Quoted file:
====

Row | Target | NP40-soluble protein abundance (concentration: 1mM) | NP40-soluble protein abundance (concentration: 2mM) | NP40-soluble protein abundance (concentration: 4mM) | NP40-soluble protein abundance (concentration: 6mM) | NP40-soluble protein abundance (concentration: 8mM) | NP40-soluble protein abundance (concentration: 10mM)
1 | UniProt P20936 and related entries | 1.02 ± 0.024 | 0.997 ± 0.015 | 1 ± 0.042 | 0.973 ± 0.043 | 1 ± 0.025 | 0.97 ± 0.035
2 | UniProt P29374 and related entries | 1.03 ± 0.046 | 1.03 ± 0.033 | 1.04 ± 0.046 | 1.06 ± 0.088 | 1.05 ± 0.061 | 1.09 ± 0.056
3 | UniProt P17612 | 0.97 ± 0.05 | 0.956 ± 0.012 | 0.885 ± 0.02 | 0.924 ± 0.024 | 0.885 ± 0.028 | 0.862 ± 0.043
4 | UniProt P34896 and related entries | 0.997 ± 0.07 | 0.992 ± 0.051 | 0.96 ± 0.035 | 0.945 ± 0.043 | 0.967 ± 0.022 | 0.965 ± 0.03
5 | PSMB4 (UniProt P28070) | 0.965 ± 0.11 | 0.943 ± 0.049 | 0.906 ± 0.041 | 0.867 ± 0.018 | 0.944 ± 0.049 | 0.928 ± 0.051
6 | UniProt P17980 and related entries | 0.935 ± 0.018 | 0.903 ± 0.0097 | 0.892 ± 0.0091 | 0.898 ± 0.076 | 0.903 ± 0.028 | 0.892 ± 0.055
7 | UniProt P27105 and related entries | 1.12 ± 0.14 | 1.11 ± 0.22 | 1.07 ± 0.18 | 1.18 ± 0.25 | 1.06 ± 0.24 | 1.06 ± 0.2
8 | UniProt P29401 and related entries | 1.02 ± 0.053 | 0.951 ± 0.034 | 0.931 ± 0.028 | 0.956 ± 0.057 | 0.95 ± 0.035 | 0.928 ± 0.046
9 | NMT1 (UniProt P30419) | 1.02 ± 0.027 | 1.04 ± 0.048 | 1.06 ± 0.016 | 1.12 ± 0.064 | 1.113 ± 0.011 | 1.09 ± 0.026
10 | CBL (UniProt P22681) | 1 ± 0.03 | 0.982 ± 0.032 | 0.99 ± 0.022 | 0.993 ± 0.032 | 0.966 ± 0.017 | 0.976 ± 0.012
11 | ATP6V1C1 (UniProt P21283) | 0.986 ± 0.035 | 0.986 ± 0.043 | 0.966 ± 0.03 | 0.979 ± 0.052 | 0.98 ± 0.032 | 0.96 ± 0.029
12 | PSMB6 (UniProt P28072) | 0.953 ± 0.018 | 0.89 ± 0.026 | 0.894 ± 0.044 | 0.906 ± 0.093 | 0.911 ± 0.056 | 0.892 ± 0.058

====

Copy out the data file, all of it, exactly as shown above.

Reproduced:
Row | Target | NP40-soluble protein abundance (concentration: 1mM) | NP40-soluble protein abundance (concentration: 2mM) | NP40-soluble protein abundance (concentration: 4mM) | NP40-soluble protein abundance (concentration: 6mM) | NP40-soluble protein abundance (concentration: 8mM) | NP40-soluble protein abundance (concentration: 10mM)
1 | UniProt P20936 and related entries | 1.02 ± 0.024 | 0.997 ± 0.015 | 1 ± 0.042 | 0.973 ± 0.043 | 1 ± 0.025 | 0.97 ± 0.035
2 | UniProt P29374 and related entries | 1.03 ± 0.046 | 1.03 ± 0.033 | 1.04 ± 0.046 | 1.06 ± 0.088 | 1.05 ± 0.061 | 1.09 ± 0.056
3 | UniProt P17612 | 0.97 ± 0.05 | 0.956 ± 0.012 | 0.885 ± 0.02 | 0.924 ± 0.024 | 0.885 ± 0.028 | 0.862 ± 0.043
4 | UniProt P34896 and related entries | 0.997 ± 0.07 | 0.992 ± 0.051 | 0.96 ± 0.035 | 0.945 ± 0.043 | 0.967 ± 0.022 | 0.965 ± 0.03
5 | PSMB4 (UniProt P28070) | 0.965 ± 0.11 | 0.943 ± 0.049 | 0.906 ± 0.041 | 0.867 ± 0.018 | 0.944 ± 0.049 | 0.928 ± 0.051
6 | UniProt P17980 and related entries | 0.935 ± 0.018 | 0.903 ± 0.0097 | 0.892 ± 0.0091 | 0.898 ± 0.076 | 0.903 ± 0.028 | 0.892 ± 0.055
7 | UniProt P27105 and related entries | 1.12 ± 0.14 | 1.11 ± 0.22 | 1.07 ± 0.18 | 1.18 ± 0.25 | 1.06 ± 0.24 | 1.06 ± 0.2
8 | UniProt P29401 and related entries | 1.02 ± 0.053 | 0.951 ± 0.034 | 0.931 ± 0.028 | 0.956 ± 0.057 | 0.95 ± 0.035 | 0.928 ± 0.046
9 | NMT1 (UniProt P30419) | 1.02 ± 0.027 | 1.04 ± 0.048 | 1.06 ± 0.016 | 1.12 ± 0.064 | 1.113 ± 0.011 | 1.09 ± 0.026
10 | CBL (UniProt P22681) | 1 ± 0.03 | 0.982 ± 0.032 | 0.99 ± 0.022 | 0.993 ± 0.032 | 0.966 ± 0.017 | 0.976 ± 0.012
11 | ATP6V1C1 (UniProt P21283) | 0.986 ± 0.035 | 0.986 ± 0.043 | 0.966 ± 0.03 | 0.979 ± 0.052 | 0.98 ± 0.032 | 0.96 ± 0.029
12 | PSMB6 (UniProt P28072) | 0.953 ± 0.018 | 0.89 ± 0.026 | 0.894 ± 0.044 | 0.906 ± 0.093 | 0.911 ± 0.056 | 0.892 ± 0.058